In light of reports that beneficiaries under Act 22 of 2012, now encompassed in Act 60-2019, along with Act 20-2012, will be subject to scrutiny by the Internal Revenue Service (IRS), The Act 20/22 Society warned that mass audits endanger the island’s economic self-determination.
“I have warned about this possibility [of audits] for years now. If the program was not more selective in attracting recipients that could make a meaningful contribution from a jobs and economic contribution perspective, we ran the risk of additional unwanted scrutiny based solely on the massive growth of the program, which now includes thousands of companies and even more individual recipients,” Robb Rill, head of The Act 20/22 Society, said to THE WEEKLY JOURNAL.
Last week, it was revealed that the IRS will audit the tax obligations of Act 22 beneficiaries to verify if their financial statements are in compliance with federal tax laws. The news came after the federal entity concluded that the hundreds of Americans who had relocated in Puerto Rico had stopped contributing millions of dollars to the U.S. Treasury, per a report published in October 2020 that was based on a study that began in December 2019.
Investors have boosted property values in areas like Dorado and Condado
Rill pointed to the Economic Development Commission program in the U.S. Virgin Islands (USVI) to foster investment through tax benefits, akin to the intention behind Act 60. Due to mass audits by the IRS to prosecute individuals for tax evasion, the program was effectively shut down, he explained, adding that the audits are anathema to Puerto Rico’s financial sovereignty.
“The problem is this seems to be right out of the playbook of how the program in the USVI was destroyed by mass audits, some of which are ongoing 10 years later, because the Treasury did not seem to like the program, [which] was specifically authorized by Congress to give the territories some autonomy in economic development, so they were less reliant on the [federal] government. The Puerto Rico government is simply following their mandate to encourage economic development, so the mass audits are quite a paradox and contrary to the rights and directive to the Commonwealth to use its tools to be more self-reliant,” he opined.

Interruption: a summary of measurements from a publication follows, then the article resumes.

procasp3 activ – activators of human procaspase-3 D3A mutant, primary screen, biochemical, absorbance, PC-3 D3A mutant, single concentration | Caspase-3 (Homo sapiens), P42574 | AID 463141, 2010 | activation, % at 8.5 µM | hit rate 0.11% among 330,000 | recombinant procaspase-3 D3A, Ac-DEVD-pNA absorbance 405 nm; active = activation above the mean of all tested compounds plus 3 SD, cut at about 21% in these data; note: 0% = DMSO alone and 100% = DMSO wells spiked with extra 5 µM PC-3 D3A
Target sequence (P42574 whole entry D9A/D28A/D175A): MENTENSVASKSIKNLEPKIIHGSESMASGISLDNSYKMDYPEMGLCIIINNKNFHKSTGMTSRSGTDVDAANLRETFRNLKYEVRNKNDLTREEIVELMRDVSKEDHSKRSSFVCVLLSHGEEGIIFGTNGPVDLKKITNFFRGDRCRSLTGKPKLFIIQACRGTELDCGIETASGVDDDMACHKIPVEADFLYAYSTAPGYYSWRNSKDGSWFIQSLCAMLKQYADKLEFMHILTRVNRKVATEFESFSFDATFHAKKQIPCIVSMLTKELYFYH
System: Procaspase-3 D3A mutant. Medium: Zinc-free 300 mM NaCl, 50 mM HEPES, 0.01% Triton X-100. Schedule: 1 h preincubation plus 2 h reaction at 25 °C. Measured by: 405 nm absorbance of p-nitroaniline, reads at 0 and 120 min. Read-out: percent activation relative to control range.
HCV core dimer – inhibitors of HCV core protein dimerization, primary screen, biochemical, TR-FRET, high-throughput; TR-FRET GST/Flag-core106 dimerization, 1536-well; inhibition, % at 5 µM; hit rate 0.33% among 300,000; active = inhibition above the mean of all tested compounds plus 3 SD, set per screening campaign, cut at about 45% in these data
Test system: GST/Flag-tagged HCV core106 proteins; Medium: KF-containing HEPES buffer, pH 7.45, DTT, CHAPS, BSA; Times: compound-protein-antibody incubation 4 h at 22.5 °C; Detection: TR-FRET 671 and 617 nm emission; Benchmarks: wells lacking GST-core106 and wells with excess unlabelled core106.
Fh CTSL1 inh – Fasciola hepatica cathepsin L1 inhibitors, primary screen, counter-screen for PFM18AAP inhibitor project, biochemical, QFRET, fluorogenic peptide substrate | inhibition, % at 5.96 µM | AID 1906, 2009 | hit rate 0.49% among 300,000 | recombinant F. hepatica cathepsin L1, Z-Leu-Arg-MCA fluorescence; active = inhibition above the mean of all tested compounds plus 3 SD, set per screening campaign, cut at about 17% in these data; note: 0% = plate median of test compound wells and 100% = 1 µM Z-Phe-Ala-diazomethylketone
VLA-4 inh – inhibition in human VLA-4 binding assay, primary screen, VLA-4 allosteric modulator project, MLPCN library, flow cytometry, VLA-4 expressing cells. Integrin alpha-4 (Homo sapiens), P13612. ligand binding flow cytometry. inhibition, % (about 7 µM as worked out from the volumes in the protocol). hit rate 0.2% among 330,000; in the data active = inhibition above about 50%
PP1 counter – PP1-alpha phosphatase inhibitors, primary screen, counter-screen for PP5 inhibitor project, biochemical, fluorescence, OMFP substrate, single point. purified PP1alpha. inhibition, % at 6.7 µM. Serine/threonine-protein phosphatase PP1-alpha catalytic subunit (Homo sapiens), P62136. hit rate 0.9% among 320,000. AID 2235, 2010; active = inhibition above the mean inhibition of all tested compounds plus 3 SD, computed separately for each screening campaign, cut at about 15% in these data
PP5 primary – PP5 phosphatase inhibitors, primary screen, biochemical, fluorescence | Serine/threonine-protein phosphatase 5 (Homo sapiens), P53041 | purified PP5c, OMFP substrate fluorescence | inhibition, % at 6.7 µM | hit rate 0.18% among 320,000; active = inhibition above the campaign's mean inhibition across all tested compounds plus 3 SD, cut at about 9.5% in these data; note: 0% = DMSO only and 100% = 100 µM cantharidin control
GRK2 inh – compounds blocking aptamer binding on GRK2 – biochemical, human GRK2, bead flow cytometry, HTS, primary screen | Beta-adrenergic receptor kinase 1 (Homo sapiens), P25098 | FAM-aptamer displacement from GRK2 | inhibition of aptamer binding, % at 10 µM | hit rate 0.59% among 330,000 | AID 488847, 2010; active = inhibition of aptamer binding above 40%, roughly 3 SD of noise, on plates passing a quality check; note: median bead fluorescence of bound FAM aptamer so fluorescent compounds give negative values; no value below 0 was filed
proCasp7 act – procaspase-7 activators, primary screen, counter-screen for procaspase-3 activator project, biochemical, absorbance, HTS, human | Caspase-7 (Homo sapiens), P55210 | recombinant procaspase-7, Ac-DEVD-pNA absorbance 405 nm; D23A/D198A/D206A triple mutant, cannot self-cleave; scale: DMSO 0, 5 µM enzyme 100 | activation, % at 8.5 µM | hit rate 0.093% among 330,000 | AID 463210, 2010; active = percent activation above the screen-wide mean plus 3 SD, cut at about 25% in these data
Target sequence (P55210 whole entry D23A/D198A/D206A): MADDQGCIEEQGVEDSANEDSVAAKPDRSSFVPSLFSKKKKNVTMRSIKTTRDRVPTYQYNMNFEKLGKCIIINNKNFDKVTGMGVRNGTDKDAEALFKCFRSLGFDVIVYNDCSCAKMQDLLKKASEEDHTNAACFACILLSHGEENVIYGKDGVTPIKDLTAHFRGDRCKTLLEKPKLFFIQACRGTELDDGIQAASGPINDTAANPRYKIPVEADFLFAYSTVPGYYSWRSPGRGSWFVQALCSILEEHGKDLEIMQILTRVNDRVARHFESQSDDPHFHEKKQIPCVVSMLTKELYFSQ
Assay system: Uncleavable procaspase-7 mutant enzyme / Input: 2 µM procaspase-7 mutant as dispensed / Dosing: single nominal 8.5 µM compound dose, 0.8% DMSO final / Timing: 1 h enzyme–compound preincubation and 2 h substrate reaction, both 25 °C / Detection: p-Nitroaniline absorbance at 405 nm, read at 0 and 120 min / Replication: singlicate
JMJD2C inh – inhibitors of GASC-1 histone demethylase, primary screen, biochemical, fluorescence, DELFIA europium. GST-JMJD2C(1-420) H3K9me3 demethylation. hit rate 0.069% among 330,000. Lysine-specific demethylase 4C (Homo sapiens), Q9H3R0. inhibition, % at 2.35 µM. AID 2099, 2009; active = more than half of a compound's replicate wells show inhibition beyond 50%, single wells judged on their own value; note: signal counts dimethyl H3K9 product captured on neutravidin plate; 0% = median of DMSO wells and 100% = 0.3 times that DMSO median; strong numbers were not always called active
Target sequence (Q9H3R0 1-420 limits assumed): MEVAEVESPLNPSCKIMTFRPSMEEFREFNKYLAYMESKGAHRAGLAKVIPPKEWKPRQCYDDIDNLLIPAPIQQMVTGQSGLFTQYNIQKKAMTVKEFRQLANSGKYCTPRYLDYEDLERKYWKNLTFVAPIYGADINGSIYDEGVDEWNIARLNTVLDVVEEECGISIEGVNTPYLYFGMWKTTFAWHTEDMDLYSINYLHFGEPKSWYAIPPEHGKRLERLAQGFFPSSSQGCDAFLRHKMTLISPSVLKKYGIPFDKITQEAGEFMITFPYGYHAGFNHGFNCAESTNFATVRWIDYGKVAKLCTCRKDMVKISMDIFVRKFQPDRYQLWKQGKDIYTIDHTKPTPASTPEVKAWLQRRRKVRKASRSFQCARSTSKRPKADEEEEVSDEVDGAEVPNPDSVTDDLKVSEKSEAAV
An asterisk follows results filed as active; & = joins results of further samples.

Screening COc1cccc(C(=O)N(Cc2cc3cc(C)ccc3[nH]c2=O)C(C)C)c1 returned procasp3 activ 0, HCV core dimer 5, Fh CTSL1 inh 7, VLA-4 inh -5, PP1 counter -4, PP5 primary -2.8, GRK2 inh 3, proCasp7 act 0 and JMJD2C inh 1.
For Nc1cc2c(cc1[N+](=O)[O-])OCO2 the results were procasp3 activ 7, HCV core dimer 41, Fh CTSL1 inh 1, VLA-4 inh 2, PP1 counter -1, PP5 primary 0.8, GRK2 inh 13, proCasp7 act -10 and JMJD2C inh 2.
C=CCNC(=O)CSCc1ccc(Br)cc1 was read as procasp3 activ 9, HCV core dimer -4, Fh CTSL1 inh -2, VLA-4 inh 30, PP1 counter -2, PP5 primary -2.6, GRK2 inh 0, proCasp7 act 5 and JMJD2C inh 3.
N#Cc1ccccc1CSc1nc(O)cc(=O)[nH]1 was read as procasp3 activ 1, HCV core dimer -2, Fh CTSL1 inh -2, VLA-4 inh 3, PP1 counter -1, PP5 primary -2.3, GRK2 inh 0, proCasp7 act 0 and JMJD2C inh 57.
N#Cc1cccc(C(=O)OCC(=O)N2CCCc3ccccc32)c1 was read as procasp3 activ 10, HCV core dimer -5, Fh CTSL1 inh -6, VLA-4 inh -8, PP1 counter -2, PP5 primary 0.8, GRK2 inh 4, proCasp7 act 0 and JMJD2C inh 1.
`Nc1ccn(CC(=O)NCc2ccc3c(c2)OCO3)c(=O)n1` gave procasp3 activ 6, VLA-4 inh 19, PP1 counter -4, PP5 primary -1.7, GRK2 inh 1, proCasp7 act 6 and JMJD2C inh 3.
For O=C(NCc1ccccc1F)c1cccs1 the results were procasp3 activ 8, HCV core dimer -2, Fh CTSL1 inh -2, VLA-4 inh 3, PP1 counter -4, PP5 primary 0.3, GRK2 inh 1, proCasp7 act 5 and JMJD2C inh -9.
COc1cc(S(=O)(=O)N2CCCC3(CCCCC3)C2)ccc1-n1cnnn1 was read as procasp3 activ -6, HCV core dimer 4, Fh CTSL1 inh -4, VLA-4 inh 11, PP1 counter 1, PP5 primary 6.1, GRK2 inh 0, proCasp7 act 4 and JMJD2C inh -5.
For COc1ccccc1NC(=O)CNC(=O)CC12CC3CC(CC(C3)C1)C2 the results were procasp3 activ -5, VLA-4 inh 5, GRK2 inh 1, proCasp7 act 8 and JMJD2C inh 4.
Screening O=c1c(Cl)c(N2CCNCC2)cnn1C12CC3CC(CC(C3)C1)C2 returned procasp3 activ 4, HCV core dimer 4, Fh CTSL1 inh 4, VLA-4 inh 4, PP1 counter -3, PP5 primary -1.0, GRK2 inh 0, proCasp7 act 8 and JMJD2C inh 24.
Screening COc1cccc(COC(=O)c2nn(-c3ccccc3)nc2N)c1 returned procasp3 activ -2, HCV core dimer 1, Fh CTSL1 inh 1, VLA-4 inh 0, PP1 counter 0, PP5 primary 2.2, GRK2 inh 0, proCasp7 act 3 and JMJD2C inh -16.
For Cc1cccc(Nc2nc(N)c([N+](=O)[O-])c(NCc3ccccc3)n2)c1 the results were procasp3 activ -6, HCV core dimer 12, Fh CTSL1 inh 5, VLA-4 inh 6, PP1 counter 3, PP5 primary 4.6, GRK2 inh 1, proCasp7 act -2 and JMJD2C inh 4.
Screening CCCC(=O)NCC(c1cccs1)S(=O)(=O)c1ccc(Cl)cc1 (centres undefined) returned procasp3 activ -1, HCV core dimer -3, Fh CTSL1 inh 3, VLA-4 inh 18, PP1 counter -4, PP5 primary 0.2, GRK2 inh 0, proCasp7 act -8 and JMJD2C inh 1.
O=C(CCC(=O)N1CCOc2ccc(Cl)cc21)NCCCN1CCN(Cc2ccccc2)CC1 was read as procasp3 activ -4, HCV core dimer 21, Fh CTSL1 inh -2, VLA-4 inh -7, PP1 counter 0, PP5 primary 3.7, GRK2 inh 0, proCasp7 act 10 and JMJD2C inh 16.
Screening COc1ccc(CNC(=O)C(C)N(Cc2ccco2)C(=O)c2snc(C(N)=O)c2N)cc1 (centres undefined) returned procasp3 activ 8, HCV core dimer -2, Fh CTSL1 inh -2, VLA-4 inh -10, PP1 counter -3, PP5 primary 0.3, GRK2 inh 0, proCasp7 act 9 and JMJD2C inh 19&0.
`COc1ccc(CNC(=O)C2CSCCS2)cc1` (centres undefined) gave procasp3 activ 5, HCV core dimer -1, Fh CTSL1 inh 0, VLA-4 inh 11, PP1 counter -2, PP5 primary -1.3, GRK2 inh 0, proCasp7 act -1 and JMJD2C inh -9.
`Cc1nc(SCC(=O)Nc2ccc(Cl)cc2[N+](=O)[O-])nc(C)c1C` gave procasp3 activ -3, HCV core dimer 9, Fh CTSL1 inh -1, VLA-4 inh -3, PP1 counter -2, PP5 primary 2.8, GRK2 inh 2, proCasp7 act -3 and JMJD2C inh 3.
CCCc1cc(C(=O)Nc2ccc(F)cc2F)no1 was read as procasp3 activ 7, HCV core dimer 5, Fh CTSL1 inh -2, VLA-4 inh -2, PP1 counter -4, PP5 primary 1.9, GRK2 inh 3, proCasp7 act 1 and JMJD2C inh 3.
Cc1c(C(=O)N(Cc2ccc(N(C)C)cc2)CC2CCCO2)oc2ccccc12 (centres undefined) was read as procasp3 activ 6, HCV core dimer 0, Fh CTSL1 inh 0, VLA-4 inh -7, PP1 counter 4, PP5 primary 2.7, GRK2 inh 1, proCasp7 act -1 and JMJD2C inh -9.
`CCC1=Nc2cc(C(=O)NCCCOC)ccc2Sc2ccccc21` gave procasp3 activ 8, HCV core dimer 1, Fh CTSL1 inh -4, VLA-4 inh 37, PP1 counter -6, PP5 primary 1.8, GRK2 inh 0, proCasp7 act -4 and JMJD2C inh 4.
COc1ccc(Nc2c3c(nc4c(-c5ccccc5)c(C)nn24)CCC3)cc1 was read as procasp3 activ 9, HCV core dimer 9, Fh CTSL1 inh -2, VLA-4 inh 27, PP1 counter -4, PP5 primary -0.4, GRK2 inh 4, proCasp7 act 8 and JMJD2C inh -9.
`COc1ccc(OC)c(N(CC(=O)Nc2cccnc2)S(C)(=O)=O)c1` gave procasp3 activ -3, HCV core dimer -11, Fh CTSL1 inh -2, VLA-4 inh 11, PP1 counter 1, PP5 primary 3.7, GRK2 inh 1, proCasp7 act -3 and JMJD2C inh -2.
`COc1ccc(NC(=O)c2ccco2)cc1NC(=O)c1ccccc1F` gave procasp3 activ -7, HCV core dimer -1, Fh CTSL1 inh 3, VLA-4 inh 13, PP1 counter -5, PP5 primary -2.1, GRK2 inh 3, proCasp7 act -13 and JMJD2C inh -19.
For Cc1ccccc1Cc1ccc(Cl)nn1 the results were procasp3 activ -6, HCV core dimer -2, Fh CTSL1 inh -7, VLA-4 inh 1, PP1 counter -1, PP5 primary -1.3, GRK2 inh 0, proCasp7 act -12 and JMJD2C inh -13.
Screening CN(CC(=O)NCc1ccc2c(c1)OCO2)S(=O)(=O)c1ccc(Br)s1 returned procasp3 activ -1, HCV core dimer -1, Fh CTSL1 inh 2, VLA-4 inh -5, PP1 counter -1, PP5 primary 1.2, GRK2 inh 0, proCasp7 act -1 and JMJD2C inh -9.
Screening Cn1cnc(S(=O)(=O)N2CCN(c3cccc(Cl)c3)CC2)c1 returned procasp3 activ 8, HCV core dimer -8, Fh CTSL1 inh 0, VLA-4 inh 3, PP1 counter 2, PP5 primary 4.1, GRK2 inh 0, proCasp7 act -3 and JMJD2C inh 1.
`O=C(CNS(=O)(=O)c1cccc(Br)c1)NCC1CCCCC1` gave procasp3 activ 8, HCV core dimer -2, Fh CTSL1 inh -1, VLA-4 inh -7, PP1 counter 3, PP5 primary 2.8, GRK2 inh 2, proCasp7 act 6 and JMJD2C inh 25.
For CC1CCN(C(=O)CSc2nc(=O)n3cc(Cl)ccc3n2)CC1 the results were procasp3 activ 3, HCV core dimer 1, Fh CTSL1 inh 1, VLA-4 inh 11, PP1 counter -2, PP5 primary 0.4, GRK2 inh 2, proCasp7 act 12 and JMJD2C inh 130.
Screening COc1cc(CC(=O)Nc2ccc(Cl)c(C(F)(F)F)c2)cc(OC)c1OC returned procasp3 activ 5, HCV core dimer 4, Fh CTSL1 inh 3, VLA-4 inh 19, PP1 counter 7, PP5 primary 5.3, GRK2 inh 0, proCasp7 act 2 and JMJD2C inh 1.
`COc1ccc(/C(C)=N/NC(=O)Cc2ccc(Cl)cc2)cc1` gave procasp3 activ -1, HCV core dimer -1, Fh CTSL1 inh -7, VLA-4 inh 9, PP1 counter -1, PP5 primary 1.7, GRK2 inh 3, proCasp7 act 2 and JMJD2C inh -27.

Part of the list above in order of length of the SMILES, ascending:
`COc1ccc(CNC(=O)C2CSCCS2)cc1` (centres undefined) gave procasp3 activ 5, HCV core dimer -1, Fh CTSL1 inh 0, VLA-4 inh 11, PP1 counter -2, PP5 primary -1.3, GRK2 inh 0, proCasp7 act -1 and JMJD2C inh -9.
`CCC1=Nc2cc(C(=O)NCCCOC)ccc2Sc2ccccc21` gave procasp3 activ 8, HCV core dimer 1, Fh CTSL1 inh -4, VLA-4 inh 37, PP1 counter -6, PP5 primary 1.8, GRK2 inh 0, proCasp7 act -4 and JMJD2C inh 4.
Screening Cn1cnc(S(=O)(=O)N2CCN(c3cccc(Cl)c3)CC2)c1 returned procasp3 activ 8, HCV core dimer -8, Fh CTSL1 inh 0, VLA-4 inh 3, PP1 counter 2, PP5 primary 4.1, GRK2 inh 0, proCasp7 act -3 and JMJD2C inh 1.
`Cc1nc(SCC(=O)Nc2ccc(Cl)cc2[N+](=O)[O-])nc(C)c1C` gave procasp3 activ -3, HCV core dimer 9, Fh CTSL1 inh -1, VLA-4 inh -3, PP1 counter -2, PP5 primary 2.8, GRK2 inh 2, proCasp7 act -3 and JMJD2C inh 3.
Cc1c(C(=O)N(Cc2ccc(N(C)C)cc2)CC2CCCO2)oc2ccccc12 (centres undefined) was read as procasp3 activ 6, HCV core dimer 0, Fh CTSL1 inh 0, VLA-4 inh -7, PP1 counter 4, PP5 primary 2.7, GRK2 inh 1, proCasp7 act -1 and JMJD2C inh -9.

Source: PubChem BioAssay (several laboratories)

Moreover, he stated that the mass audits could establish a negative precedent that could deter investment. He said that if the local government does not defend its self-determination to offer economic incentives, “the outcome is a foregone conclusion regardless of the status of audits.”
According to Rill, there are over 2,500 companies registered as beneficiaries of this law and roughly 1,500 more on the pipeline, “with perhaps double that amount for individual recipients.” Although he was cautious to make assertions on these businesses or individuals, Rill said he believes most of them comply with U.S. tax laws.
“While I cannot speak for everyone because that would be rampant speculation, targeting people exclusively because they are a recipient, even through initial ‘soft letters,’ is a concern because you are sending a message that anyone who comes to the island and participates in the program is a target at some level, which will only serve to discourage investment on the island from quality recipients and a program which has created over 40,000 jobs and brought billions in collective investment to the island, and many hundreds of millions to the local Treasury,” he affirmed.
Denounces ‘Politicized Narrative’
Rill expressed concern that the IRS may have been weaponized by “certain politicians and political parties” to fuel what he deemed to be a “politicized narrative.” He pointed to the targeting of Tea Party members as an example, in which they were denied tax exemptions over their political affiliations.
“The [Act 60] program was specifically targeted in the U.S. appropriations bill that funds the IRS by [U.S. Rep.] Alexandria Ocasio and her associates who clearly are against the program, despite the fantastic economic development it has brought to the island. It seems it furthers class warfare regardless of the positive results,” the investor opined.
“The same issue occurred in the USVI and those targeted paid a much higher price than anyone else despite being complaint. I would like to think one won’t be targeted just for stating a position, but it’s a real concern, and I would think problematic from a legal and ethical perspective," he added.